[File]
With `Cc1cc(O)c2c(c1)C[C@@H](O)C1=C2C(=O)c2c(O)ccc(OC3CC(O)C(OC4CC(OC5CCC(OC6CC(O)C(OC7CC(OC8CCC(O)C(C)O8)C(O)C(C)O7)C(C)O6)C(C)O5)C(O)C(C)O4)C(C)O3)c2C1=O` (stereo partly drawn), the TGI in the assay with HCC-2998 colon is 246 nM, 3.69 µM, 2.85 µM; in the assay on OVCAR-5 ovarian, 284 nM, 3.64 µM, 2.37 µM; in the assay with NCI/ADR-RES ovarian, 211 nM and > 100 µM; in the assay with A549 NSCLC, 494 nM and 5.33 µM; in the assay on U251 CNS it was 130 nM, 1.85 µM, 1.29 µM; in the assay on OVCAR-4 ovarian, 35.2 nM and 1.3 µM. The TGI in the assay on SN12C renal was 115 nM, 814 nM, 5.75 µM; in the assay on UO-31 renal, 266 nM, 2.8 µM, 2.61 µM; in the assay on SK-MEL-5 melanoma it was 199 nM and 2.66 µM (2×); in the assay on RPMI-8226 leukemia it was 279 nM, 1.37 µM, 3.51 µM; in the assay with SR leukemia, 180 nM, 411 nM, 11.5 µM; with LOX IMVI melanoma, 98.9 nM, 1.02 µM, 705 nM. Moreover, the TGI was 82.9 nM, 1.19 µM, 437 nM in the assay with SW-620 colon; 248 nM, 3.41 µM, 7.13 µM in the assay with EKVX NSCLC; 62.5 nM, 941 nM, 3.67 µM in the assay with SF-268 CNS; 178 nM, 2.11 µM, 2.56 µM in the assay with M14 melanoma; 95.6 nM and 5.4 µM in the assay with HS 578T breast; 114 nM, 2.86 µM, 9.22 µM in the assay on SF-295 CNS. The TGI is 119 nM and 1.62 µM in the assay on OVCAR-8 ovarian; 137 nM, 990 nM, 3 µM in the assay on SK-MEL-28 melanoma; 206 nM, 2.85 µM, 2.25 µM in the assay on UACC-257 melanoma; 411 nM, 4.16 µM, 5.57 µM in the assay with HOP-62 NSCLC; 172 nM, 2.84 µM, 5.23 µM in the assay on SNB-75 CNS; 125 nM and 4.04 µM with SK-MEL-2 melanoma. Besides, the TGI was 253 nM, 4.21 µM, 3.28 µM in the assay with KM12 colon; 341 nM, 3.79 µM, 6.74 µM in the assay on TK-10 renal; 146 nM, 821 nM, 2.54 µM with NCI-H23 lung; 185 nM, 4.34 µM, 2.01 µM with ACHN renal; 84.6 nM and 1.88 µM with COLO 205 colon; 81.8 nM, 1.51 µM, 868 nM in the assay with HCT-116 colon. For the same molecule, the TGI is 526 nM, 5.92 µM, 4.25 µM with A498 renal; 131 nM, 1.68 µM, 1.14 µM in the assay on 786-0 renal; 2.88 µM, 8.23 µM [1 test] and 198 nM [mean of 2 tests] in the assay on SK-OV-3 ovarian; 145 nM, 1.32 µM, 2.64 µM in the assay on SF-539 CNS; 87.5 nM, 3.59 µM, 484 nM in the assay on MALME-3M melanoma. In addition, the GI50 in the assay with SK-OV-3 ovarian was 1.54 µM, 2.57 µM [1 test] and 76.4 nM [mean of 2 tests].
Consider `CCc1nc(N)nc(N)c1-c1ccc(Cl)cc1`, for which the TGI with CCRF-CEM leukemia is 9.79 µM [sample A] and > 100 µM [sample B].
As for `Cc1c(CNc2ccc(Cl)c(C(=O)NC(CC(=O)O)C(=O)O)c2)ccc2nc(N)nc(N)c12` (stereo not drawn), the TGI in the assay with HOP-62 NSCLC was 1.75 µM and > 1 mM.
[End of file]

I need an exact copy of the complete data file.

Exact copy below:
With `Cc1cc(O)c2c(c1)C[C@@H](O)C1=C2C(=O)c2c(O)ccc(OC3CC(O)C(OC4CC(OC5CCC(OC6CC(O)C(OC7CC(OC8CCC(O)C(C)O8)C(O)C(C)O7)C(C)O6)C(C)O5)C(O)C(C)O4)C(C)O3)c2C1=O` (stereo partly drawn), the TGI in the assay with HCC-2998 colon is 246 nM, 3.69 µM, 2.85 µM; in the assay on OVCAR-5 ovarian, 284 nM, 3.64 µM, 2.37 µM; in the assay with NCI/ADR-RES ovarian, 211 nM and > 100 µM; in the assay with A549 NSCLC, 494 nM and 5.33 µM; in the assay on U251 CNS it was 130 nM, 1.85 µM, 1.29 µM; in the assay on OVCAR-4 ovarian, 35.2 nM and 1.3 µM. The TGI in the assay on SN12C renal was 115 nM, 814 nM, 5.75 µM; in the assay on UO-31 renal, 266 nM, 2.8 µM, 2.61 µM; in the assay on SK-MEL-5 melanoma it was 199 nM and 2.66 µM (2×); in the assay on RPMI-8226 leukemia it was 279 nM, 1.37 µM, 3.51 µM; in the assay with SR leukemia, 180 nM, 411 nM, 11.5 µM; with LOX IMVI melanoma, 98.9 nM, 1.02 µM, 705 nM. Moreover, the TGI was 82.9 nM, 1.19 µM, 437 nM in the assay with SW-620 colon; 248 nM, 3.41 µM, 7.13 µM in the assay with EKVX NSCLC; 62.5 nM, 941 nM, 3.67 µM in the assay with SF-268 CNS; 178 nM, 2.11 µM, 2.56 µM in the assay with M14 melanoma; 95.6 nM and 5.4 µM in the assay with HS 578T breast; 114 nM, 2.86 µM, 9.22 µM in the assay on SF-295 CNS. The TGI is 119 nM and 1.62 µM in the assay on OVCAR-8 ovarian; 137 nM, 990 nM, 3 µM in the assay on SK-MEL-28 melanoma; 206 nM, 2.85 µM, 2.25 µM in the assay on UACC-257 melanoma; 411 nM, 4.16 µM, 5.57 µM in the assay with HOP-62 NSCLC; 172 nM, 2.84 µM, 5.23 µM in the assay on SNB-75 CNS; 125 nM and 4.04 µM with SK-MEL-2 melanoma. Besides, the TGI was 253 nM, 4.21 µM, 3.28 µM in the assay with KM12 colon; 341 nM, 3.79 µM, 6.74 µM in the assay on TK-10 renal; 146 nM, 821 nM, 2.54 µM with NCI-H23 lung; 185 nM, 4.34 µM, 2.01 µM with ACHN renal; 84.6 nM and 1.88 µM with COLO 205 colon; 81.8 nM, 1.51 µM, 868 nM in the assay with HCT-116 colon. For the same molecule, the TGI is 526 nM, 5.92 µM, 4.25 µM with A498 renal; 131 nM, 1.68 µM, 1.14 µM in the assay on 786-0 renal; 2.88 µM, 8.23 µM [1 test] and 198 nM [mean of 2 tests] in the assay on SK-OV-3 ovarian; 145 nM, 1.32 µM, 2.64 µM in the assay on SF-539 CNS; 87.5 nM, 3.59 µM, 484 nM in the assay on MALME-3M melanoma. In addition, the GI50 in the assay with SK-OV-3 ovarian was 1.54 µM, 2.57 µM [1 test] and 76.4 nM [mean of 2 tests].
Consider `CCc1nc(N)nc(N)c1-c1ccc(Cl)cc1`, for which the TGI with CCRF-CEM leukemia is 9.79 µM [sample A] and > 100 µM [sample B].
As for `Cc1c(CNc2ccc(Cl)c(C(=O)NC(CC(=O)O)C(=O)O)c2)ccc2nc(N)nc(N)c12` (stereo not drawn), the TGI in the assay with HOP-62 NSCLC was 1.75 µM and > 1 mM.